I thought it important to interject what are my expectations of machine embroidery. Machine embroidery should be clean, flat and with no puckers and spot on embroidery registration. Meaning that things should line up!
If you don't own an embroidery machine, here's a photo of my screen. Every machine brand/model will be a little bit different. Some screen views will be monochrome. Some will be full color. But, at the minimum, they will give you some basic information about the design you have selected. The screen will include the number of stitches and even the time it needs to sew. Now I have NEVER sewn a design in the allotted time. I usually double what it says, allowing for stops and for thread changes, etc. But you'll see what's sewing out for each thread color, the design size,and the hoop (size) you will need.
If you don't have an embroidery machine and might be interested in looking, I did a post on my sister blog, Thoughts, Thimbles and Threads, a while back about what things you might want to consider when shopping.
This is what embroidery by machine should look like and what I am expecting front and back:
|Finished Front Side|
|Finished Back Side|
Back to the Longarm!
My epiphany included using a thinner "batting" and I chose to use some flannel. If I am going to cover the back side to hide the "ugly" I didn't really need the batting and backing that I had included the first go-round.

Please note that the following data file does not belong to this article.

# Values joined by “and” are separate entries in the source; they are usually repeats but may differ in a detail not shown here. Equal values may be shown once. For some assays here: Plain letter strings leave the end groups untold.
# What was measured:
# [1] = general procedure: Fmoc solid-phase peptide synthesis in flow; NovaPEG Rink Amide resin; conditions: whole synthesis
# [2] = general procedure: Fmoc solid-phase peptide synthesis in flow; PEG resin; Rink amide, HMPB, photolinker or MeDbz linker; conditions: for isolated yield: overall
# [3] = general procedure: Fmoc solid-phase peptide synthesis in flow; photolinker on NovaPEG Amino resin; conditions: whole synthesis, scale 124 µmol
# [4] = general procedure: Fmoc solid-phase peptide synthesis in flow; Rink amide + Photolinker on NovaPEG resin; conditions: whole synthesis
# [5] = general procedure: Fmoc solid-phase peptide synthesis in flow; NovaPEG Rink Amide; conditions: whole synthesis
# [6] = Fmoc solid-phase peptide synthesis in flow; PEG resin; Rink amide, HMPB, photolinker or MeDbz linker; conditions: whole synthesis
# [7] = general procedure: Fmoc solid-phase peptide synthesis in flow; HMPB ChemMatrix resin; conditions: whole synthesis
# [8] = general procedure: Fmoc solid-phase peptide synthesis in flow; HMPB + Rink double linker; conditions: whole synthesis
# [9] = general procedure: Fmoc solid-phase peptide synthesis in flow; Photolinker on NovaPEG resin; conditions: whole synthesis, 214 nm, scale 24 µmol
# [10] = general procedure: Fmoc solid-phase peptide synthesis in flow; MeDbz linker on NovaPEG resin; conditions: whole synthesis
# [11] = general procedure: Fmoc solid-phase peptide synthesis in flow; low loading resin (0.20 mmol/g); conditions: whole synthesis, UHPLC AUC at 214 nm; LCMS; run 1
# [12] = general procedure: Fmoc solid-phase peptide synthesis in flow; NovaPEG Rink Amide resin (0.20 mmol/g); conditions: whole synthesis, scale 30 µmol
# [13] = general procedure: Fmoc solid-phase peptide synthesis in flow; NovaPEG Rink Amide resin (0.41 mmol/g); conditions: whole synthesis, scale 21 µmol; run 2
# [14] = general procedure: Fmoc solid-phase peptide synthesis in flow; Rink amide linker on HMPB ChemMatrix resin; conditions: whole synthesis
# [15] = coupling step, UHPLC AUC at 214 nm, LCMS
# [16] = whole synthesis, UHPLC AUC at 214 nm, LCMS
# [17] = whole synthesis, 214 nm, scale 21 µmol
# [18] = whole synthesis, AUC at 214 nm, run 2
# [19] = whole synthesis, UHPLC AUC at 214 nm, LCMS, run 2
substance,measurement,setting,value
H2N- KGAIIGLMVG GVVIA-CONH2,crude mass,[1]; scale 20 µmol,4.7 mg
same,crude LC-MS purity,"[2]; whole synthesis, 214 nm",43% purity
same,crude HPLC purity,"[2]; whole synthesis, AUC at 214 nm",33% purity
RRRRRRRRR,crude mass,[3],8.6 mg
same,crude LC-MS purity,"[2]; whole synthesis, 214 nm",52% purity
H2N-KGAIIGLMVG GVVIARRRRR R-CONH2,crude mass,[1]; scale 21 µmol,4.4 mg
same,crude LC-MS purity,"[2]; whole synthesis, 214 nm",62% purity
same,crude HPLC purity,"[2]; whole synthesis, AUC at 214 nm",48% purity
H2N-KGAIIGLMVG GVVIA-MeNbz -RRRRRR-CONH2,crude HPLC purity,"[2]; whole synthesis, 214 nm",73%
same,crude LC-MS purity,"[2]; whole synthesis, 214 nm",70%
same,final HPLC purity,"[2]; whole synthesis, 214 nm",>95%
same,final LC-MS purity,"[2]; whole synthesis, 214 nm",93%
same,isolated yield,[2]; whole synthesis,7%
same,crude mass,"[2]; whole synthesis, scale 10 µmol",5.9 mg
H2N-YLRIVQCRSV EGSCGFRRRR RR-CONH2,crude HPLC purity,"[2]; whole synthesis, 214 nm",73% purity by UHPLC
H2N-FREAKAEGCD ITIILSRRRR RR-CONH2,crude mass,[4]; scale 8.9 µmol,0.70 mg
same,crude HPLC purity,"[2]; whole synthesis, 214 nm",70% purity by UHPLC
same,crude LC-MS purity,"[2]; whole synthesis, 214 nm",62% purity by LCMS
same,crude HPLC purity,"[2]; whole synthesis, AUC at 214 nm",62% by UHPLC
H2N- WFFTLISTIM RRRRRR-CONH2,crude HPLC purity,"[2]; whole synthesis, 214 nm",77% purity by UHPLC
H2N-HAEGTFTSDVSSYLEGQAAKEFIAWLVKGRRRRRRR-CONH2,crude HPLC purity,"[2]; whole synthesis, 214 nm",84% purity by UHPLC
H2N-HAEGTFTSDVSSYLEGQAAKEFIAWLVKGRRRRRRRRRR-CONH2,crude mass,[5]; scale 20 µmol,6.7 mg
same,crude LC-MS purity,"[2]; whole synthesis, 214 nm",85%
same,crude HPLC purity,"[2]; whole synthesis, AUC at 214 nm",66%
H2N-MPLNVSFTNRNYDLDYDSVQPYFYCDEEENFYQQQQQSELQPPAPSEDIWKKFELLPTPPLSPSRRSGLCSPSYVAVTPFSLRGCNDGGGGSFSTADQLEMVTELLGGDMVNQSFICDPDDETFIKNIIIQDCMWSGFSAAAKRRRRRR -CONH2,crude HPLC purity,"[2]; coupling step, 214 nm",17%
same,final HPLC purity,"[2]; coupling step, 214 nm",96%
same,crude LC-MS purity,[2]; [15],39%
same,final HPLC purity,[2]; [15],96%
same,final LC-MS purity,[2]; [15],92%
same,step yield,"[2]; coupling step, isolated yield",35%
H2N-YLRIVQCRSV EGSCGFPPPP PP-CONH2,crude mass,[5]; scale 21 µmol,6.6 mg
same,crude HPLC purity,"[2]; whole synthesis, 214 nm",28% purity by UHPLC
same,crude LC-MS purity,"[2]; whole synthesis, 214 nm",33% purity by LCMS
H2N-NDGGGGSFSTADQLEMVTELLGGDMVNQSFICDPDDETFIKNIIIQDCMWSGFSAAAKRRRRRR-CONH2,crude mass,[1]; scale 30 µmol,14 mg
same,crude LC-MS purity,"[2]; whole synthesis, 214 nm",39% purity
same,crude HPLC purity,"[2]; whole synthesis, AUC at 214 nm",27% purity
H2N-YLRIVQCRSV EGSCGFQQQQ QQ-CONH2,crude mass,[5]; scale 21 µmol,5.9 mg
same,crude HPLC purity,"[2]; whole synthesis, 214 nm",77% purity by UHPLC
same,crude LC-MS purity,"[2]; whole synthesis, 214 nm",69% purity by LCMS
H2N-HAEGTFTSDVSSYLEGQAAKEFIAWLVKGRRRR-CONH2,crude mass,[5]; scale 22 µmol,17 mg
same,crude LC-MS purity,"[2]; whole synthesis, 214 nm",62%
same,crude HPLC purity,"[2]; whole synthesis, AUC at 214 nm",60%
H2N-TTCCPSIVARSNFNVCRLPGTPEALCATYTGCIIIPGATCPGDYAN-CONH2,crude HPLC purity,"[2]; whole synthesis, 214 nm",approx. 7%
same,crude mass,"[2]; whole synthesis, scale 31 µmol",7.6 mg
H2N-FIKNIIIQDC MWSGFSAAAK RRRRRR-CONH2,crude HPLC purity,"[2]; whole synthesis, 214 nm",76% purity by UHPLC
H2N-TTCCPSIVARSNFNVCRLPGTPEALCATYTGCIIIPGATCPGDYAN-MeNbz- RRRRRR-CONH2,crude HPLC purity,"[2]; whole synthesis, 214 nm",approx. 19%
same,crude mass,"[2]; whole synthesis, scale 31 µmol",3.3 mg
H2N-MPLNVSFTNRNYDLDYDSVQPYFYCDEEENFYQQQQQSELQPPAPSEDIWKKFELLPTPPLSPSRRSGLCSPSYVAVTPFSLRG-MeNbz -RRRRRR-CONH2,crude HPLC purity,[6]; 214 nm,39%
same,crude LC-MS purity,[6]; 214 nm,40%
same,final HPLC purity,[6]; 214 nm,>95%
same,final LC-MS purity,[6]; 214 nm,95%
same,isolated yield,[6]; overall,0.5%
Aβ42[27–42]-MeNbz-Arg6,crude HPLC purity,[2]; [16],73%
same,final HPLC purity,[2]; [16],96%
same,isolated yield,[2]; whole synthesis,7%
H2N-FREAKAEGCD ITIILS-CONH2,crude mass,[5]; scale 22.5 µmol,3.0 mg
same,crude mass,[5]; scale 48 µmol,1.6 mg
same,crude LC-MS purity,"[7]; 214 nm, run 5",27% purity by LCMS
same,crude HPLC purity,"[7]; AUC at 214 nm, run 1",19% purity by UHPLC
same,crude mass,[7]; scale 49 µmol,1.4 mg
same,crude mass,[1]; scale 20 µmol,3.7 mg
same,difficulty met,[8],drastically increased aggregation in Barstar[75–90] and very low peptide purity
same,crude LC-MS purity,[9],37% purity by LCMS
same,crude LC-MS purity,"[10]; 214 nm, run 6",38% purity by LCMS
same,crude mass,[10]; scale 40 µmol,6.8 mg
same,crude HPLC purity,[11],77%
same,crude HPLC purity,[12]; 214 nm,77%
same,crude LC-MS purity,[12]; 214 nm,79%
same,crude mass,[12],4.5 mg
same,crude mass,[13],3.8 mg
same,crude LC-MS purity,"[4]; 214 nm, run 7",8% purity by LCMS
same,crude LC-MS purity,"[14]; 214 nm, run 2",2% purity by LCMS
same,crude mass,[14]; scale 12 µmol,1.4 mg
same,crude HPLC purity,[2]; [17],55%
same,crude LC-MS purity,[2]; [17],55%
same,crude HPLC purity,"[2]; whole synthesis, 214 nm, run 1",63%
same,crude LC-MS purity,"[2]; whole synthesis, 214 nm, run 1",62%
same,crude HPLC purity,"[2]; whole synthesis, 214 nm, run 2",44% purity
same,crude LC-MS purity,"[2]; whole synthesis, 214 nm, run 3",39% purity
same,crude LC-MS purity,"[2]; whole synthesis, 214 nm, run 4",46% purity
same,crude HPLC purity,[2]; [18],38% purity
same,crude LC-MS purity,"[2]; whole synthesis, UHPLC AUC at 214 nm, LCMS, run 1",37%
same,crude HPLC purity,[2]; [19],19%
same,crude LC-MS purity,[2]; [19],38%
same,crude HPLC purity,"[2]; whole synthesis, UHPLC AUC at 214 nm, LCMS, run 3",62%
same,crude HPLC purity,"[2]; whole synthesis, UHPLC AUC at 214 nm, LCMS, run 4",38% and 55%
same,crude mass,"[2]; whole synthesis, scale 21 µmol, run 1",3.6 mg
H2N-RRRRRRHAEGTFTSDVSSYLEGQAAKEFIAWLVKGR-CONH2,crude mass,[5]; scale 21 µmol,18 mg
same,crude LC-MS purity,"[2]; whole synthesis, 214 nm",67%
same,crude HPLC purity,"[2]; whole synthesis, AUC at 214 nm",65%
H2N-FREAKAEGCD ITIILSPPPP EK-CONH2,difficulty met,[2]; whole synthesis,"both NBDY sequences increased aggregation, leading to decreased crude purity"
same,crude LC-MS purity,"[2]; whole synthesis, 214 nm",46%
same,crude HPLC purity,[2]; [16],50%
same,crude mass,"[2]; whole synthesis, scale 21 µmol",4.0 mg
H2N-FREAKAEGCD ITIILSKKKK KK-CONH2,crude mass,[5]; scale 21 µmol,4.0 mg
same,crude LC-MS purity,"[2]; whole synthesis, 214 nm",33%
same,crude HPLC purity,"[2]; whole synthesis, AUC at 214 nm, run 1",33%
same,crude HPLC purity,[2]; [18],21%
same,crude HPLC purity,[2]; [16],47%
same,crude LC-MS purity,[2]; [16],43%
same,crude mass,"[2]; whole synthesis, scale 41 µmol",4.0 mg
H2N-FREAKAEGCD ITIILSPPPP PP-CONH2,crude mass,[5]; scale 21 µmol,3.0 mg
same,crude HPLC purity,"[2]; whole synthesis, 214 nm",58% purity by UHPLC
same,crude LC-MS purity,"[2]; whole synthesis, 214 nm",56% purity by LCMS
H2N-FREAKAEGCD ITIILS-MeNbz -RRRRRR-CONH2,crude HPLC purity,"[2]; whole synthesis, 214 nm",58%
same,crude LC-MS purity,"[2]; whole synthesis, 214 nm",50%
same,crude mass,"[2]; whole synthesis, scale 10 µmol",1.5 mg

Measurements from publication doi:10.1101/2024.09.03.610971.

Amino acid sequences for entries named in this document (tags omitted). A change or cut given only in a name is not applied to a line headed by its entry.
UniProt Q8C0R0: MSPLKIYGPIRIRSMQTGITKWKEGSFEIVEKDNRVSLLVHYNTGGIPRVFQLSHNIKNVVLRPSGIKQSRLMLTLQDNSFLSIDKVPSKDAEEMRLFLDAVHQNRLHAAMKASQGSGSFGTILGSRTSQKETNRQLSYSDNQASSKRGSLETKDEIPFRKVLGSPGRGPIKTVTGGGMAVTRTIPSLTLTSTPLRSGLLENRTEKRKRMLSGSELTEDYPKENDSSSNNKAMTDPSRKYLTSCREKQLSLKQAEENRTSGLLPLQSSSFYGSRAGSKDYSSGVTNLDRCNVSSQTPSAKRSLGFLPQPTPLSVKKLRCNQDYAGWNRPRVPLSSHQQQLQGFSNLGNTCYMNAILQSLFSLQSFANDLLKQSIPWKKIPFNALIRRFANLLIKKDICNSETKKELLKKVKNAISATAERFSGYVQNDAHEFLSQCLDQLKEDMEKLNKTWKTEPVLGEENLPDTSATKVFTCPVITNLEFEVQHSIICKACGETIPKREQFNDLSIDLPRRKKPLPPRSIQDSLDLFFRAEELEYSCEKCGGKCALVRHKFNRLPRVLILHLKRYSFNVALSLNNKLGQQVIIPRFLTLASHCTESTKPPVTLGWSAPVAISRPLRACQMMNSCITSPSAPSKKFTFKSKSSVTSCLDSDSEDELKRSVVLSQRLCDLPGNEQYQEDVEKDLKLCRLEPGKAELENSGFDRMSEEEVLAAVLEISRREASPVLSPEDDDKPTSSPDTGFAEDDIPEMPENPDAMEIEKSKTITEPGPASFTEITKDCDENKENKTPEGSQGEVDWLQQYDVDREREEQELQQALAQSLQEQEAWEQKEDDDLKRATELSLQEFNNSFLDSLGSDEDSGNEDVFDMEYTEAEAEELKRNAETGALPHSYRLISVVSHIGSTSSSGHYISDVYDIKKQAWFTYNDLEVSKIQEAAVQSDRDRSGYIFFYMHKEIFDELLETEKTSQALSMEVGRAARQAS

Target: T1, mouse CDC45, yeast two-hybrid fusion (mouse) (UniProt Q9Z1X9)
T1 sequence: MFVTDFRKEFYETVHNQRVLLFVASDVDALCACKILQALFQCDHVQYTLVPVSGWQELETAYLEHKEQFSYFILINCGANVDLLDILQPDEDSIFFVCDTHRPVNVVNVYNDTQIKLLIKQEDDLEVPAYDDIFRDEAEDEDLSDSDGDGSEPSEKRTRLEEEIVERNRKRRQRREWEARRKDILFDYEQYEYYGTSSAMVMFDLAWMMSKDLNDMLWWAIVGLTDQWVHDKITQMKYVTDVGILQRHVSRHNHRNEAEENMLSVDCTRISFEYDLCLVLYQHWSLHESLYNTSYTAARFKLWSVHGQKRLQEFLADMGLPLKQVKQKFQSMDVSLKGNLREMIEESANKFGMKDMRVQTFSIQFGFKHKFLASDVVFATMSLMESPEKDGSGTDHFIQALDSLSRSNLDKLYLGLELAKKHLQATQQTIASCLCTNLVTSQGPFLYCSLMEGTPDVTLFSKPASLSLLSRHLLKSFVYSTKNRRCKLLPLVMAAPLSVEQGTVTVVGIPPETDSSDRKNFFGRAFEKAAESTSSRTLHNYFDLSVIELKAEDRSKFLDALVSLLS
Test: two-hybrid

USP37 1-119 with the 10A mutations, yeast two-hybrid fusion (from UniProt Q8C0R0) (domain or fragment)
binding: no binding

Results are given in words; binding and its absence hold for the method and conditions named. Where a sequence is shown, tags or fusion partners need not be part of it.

And results were slightly better...and I had another thought.....
I wanted to add a background fill of some sort. Thinking about a fill motif, or crosshatch, stippling, etc. I would have to crop the design either in Pro-Stitcher or one of the digital software applications - Art and Stitch or Pro-Stitcher Designer.
But I am lazy! Why just not select the Crosshatch design from the BLOCKS folder of Pro-Stitcher and sew it FIRST in thread matching the fabric? Sometimes lazy thoughts pay off! An additional PLUS is that it acts like an additional layer of stabilization.
There's still some registration problems with the outline of those two leaves. And, yes, I forgot to change my thread when I started stitching the crosshatch. Sometimes, I get SEW excited! And forget!
If I were to embrace this feature fully, the results would probably end up in some type of home decor project like pillows, placemats or a wall-hanging.
I might also treat the Kona cotton with a product such as Terial Magic, a liquid fabric stabilizer (available on my website), to add more stability to the fabric and hopefully solve some of those outline issues. Unlike starch, it doesn't need to be rinsed out and will retain some body to the fabric.
I have to keep in mind that this is quilting! My quilt tops, after applying my quilting designs, are not flat, but they are ripply. So it's something I need to accept and get over!
If you've missed any of the posts in this Series, click on the links below:
And as always - leave a comment below. Or contact me if you have a question about a technique, or something you've been wanting to try!